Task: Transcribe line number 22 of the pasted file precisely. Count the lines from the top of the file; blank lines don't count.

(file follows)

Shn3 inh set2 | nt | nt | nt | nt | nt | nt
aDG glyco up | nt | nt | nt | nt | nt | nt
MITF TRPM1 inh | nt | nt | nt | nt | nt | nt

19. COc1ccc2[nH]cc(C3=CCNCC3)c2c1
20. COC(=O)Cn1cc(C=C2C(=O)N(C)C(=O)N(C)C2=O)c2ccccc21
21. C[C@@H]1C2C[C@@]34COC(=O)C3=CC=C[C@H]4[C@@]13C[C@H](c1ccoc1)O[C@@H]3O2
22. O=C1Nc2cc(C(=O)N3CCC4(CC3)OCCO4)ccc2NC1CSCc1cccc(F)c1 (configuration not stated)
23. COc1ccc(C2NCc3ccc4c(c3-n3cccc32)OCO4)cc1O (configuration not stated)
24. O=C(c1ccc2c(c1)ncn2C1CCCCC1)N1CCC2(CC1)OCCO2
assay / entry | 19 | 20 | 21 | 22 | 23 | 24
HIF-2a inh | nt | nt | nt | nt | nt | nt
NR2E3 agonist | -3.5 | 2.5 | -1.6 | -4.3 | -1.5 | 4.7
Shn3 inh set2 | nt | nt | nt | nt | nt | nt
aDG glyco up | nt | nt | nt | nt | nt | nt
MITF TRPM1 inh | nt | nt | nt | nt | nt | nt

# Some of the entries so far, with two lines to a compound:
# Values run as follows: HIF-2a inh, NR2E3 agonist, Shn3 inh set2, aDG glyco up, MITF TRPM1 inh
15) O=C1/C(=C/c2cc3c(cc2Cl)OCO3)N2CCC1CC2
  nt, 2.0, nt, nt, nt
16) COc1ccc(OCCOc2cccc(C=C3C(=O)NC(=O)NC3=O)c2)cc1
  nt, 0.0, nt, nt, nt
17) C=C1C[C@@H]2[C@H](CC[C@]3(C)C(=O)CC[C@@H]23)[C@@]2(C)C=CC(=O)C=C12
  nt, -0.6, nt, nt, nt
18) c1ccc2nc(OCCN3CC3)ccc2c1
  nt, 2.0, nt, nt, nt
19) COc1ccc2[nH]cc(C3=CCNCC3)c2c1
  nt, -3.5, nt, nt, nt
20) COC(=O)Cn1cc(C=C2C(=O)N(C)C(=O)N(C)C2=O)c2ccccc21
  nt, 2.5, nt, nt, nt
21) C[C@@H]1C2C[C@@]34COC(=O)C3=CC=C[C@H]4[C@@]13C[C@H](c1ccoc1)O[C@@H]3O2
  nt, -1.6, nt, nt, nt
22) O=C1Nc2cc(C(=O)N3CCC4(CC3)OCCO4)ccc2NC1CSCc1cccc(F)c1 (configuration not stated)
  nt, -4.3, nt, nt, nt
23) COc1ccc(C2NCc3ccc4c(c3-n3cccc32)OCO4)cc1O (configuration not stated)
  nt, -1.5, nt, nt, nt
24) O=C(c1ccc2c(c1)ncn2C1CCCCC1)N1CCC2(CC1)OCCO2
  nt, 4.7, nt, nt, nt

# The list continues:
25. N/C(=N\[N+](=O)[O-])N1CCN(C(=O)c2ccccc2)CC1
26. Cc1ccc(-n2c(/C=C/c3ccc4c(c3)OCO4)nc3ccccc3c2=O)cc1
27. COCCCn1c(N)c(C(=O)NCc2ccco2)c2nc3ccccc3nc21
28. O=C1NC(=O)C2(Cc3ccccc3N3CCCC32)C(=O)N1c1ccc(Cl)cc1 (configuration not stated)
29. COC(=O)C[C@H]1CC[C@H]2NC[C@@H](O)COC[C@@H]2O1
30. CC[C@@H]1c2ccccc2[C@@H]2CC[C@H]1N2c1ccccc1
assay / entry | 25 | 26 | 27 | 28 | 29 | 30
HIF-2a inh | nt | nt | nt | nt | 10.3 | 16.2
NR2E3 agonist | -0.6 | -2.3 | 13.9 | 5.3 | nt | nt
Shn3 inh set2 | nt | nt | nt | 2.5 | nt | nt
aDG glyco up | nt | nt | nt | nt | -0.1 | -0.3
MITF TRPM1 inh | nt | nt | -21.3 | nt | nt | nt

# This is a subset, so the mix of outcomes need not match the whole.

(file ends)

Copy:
17) C=C1C[C@@H]2[C@H](CC[C@]3(C)C(=O)CC[C@@H]23)[C@@]2(C)C=CC(=O)C=C12